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Hospice nurses offer care to people nearing the end of their lives in hospice centers, nursing facilities and private homes. A hospice nurse performs a range of duties, including administering medication and massages to assist with patient comfort. Hospice nurses work with physicians, Licensed Practice Nurses, nursing assistants and social workers. The average salary of a hospice nurse as of July 2010 was $50,000 according to Simply Hired, a job search engine.
Registered Nurse Skills
A hospice nurse needs to qualify as a registered nurse by completing a bachelor’s degree, associate’s degree or diploma program from an accredited nursing school, community college or university. These programs will teach students basic care giving and symptom management skills essential for working in hospitals and hospices. Candidates are then required to complete the National Licensure Examination for registered nurses (NCLEX-RN).
According to the Hospice and Palliative Nursing Association, hospice nurses usually hold master’s degrees in Hospice and Palliative Nursing. Skills learned during a master’s degree program include acute care strategies, geriatrics, biology, psychology and medicine. Candidates also learn about end-stage disease processes, counseling families through grief, patient advocacy and the legal aspects of palliative care. Hospice nurses use these skills to manage recurrent symptoms in terminally ill patients and restore a patient’s sense of well being. They also often assist patients with accomplishing basic daily tasks. Although a master’s degree provides a wealth of specialized hospice care skills, it is not a requirement and many registered nurses without a master’s degree work in hospice settings.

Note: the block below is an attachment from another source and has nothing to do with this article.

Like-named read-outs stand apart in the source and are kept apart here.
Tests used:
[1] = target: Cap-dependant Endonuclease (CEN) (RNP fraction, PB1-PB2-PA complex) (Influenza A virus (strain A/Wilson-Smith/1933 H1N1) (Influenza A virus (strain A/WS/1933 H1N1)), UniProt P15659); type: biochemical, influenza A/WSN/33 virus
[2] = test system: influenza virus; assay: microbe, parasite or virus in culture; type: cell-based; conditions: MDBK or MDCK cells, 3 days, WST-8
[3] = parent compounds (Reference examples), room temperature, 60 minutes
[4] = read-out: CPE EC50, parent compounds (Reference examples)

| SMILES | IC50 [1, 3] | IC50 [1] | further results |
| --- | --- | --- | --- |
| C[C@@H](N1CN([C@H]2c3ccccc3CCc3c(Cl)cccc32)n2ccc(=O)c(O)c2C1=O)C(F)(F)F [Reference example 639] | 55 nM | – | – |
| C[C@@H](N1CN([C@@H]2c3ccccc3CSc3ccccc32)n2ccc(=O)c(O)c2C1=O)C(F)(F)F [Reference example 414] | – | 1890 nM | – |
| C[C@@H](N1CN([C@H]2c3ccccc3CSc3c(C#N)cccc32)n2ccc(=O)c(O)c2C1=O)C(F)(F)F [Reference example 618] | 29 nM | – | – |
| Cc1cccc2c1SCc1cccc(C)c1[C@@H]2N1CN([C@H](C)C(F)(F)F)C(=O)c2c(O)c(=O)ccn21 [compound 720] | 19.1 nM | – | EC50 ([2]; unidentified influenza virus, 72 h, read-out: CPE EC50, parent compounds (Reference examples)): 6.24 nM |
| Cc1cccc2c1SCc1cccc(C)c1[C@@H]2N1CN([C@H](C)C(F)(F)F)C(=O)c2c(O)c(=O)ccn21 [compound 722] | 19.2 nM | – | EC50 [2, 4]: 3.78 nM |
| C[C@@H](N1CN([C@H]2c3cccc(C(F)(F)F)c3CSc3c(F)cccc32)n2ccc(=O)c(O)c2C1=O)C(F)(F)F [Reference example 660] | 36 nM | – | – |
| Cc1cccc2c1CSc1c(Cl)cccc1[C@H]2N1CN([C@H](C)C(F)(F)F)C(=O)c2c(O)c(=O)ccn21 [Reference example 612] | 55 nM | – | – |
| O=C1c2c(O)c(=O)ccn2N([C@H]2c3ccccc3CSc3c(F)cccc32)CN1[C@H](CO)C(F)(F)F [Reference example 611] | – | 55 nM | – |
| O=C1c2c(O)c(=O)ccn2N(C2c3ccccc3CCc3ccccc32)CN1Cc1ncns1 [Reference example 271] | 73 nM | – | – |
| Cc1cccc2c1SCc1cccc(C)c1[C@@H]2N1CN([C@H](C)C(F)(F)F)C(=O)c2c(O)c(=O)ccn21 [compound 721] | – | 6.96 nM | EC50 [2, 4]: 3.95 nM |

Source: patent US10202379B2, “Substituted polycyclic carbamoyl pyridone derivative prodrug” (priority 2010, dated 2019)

Mental Illness Awareness
Many patients in hospices are elderly and may be suffering from mental diseases such as Alzheimer’s or Parkinson, in addition to their physical ailments. Hospice nurses should be skilled in communicating with patients with mental illness and understanding their specific needs.
A hospice nurse should provide concentrated care that meets the specific needs of individual patients. Care requirements and attitudes to illness differ across social and religious groups, so hospice nurses must ensure they provide care that is culturally sensitive to differing needs.
Hospice nurses must demonstrate excellent communication skills and compassion. They are required to respond to every aspect of patient care and update patients’ families on their condition and the means that have been undertaken to ensure the patient remains comfortable and free of pain. A hospice nurse should be able to counsel patients and their families and help them understand the purpose of treatment regimens for alleviating pain and improving life quality. A hospice nurse should also have excellent observational skills to alert physicians and fellow nursing staff of any critical changes in the health of a patient.
Hospice nurses should be strong emotionally and mentally. Encountering death and serious illness on a daily basis may lead to depression and emotional fragility in candidates unprepared for the impact. Remaining stable is important not only for hospice nurses but also for patients who rely on them as sources of emotional strength and consistency during difficult times.
Jason Prader began writing professionally in 2009, and is a freelance writer with a sound academic background and experience in writing articles for online magazine Shavemagazine.com. He is highly adept at constructing academic essays and producing articles on an array of subject matter. He holds a master's degree in 20th century literature from the University of Sussex.